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York HÖLLER (b. 1944)
String Quartets (and More)
Drei Fragmente for String Quartet (1966) [7:36]
Zwiegestalt for String Quartet and Piano (2007/2008) [24:52]
2.Streichquartett (1997) [19:25]
Antiphon (1. Streichquartett) for String Quartet and Electronically Transformed String Quartet (1976, rev. 1984) [17:35]
Minguet Quartett (Ulrich Isfort, Annette Reisinger (violins); Aroa Sorin (viola); Matthias Diener (cello))
Markus Bellheim (piano) (Zwiegestalt)
premiere recordings
rec. February and November 2011, WDR Funkhaus, Klaus-von-Bismarck-Saal, Köln
NEOS 11518 [70:12]

York Höller was born in Leverkusen, Germany on 11 January 1944. Among his teachers he studied composition with Bernd Alois Zimmermann at the Cologne Musikhochschule. This was from 1963 until 1970 when Zimmermann committed suicide. Of significant importance were his further musical studies at the Internationale Ferienkurse für Neue Musik in Darmstadt with Pierre Boulez. Karlheinz Stockhausen was also an encouraging influence and was Höller's teacher in the seventies. In 1990 he succeeded Stockhausen as artistic director of the WDR Studio for Electronic Music, a position he held until 1999. This helped form the direction his compositions were to take, towards electronic and serial music. In 1989 Höller composed an opera in two acts Der Meister und Margarita, which was premiered at the Opéra de Paris the same year, receiving its German premiere in Cologne in 1991.

The earliest work here, and indeed the shortest, is the Drei Fragmente for String Quartet, penned by Höller in 1966 when he was almost midway through his studies with Zimmermann. The previous year he had participated in the Internationale Ferienkurse für Neue Musik in Darmstadt where he had attended various seminars and lectures from the likes of Pierre Boulez and the German philosopher/composer Theodor W. Adorno. It was the latter’s famous 1961 Darmstadt lecture: Vers une musique informelle – a "post-serial ‘style of freedom’" that provided the inspiration for the work. From the vivid, atmospheric opening, Höller depicts a climate of threat and portent. Double stops, pizzicato, glissandi and harmonics are all harnessed to paint a sinister and shadowy backdrop. At one point, tremolo played on the bridge brings to mind what sounds like the buzzing of insects.

Zwiegestalt for String Quartet and Piano (2007/2008) is the composer’s most recent work, and is certainly my favourite. It was given its first performance in Essen by the Minguet Quartett and pianist Anthony Spiri in 2008. At the piano in the present premiere recording is the German pianist Markus Bellheim. Set in five movements it traverses a gamut of emotions, ranging from rage and anger to tender lyricism. As Rainer Nonnenmann states in his notes, the music draws "... creative energy from mourning as well as from renewed hope". With concision of form, Höller explores different timbres utilising, amongst other things, the wood of the bows on strings in the second movement, and mystery and suspense evoked by the piano’s glacially translucent chords in the third. To add a personal touch, the composer has incorporated into the score the letters of his late first wife’s name as well as those of his present life-partner.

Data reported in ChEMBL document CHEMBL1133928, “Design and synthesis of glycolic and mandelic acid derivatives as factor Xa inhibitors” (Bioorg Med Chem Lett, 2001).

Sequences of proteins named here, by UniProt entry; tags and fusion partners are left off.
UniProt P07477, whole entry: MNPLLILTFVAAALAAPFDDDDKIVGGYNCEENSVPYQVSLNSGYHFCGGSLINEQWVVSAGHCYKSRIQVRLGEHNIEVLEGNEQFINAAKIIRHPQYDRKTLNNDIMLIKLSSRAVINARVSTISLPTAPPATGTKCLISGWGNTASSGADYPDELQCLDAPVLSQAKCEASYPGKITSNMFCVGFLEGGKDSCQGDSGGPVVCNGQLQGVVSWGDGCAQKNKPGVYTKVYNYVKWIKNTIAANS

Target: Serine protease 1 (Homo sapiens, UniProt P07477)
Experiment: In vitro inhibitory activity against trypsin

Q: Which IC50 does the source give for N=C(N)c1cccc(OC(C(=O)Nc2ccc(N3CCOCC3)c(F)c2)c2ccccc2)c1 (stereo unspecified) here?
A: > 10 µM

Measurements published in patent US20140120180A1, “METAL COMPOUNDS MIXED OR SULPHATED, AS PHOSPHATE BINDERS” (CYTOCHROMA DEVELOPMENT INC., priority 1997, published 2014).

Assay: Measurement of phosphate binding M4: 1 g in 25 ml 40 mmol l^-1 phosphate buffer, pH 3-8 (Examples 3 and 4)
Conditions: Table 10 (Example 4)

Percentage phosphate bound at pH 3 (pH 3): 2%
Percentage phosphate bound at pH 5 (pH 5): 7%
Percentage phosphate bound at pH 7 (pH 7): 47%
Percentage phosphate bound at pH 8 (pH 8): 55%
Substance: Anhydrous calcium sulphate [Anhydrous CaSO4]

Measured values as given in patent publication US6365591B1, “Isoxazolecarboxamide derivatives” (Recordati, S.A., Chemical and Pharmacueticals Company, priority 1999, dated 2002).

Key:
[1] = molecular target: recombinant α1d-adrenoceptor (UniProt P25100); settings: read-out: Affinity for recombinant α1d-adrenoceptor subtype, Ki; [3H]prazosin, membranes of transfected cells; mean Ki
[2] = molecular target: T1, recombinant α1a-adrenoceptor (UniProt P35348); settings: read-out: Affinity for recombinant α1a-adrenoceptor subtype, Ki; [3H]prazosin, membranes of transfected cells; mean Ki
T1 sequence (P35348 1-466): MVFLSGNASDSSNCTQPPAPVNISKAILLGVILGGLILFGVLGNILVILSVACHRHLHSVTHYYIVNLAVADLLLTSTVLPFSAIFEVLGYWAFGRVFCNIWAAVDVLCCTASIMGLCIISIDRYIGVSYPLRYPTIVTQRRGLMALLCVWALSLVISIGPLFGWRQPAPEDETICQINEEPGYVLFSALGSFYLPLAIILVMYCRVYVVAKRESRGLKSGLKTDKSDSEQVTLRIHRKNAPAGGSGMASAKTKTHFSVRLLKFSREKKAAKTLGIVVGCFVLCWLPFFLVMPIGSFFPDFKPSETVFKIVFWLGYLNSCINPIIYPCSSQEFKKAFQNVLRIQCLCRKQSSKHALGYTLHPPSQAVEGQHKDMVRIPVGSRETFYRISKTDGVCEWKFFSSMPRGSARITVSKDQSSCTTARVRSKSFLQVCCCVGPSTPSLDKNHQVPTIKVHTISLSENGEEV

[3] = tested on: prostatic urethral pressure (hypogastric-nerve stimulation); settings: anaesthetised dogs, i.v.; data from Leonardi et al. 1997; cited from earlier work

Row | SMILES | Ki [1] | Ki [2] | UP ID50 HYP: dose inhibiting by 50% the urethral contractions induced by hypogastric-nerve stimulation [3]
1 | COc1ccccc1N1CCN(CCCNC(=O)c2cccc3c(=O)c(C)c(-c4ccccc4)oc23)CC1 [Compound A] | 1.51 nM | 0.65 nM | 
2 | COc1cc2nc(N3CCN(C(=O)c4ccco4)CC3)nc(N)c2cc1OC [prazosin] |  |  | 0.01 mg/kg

The Gregorian hymn Veni creator spiritus upon which the Second String Quartet is based, can be immediately recognized in the opening measures, and it goes on to permeate the remainder of the score. The sombre, pensive second movement Ciacona-Lento provides a soothing contrast to the spiky and aggressive first movement, offering balm to the senses. Again glissandos, this time against a drone bass provide some startling and colourful effects. A capricious pizzicato movement follows, topped off with a scurrying finale, where myriad string effects and percussive accents are thrown into the mix. Again this is a premiere recording.

Antiphon for string quartet and electronically transformed string quartet [4-channel tape] (1st String Quartet, 1976; revised 1984) was premiered in 1977 during the festivities to celebrate the opening of the Centre Pompidou in Paris. For me, it has certainly been a harder nut to crack, but I’ve been won over after a little extra perseverance. Again Gregorian chant, recalled by the composer having heard it emanating from Notre Dame, provides a starting point. Coming to the awareness that this early music provides the basis for the entire European musical tradition, Höller’s inventive and innovative compositional stance opens up the possibility that this music not only has relevance today but can continue along the same lines. Thus, the chant is a lingering presence throughout.

The Minguet Quartett prove worthy advocates of these imaginative scores, and their thrilling performances are compelling in every respect. Not only do they bring freshness, spontaneity and intelligence to this complex music, but also they invest it with logical structure, excitement and personality. Markus Bellheim obviously shares their vision, providing stylish and idiomatic playing in the Zwiegestalt. The Minguet Quartett were founded in 1988, and are well sought after. In 2010 they won the coveted ECHO Klassik for their acclaimed recording of Peter Ruzicka's String Quartets (NEOS 10822-3CD). Markus Bellheim won the International Messiaen Competition in 2000 in Paris.

Handsomely produced, the CD is housed in a sturdy gatefold digipak. Booklet notes, in English, German and French, give helpful analysis and background to each of the quartets, and provide informative background of the participating artists. The recordings are superbly engineered, with clarity and instrumental balance ideal.

Stephen Greenbank

 

 




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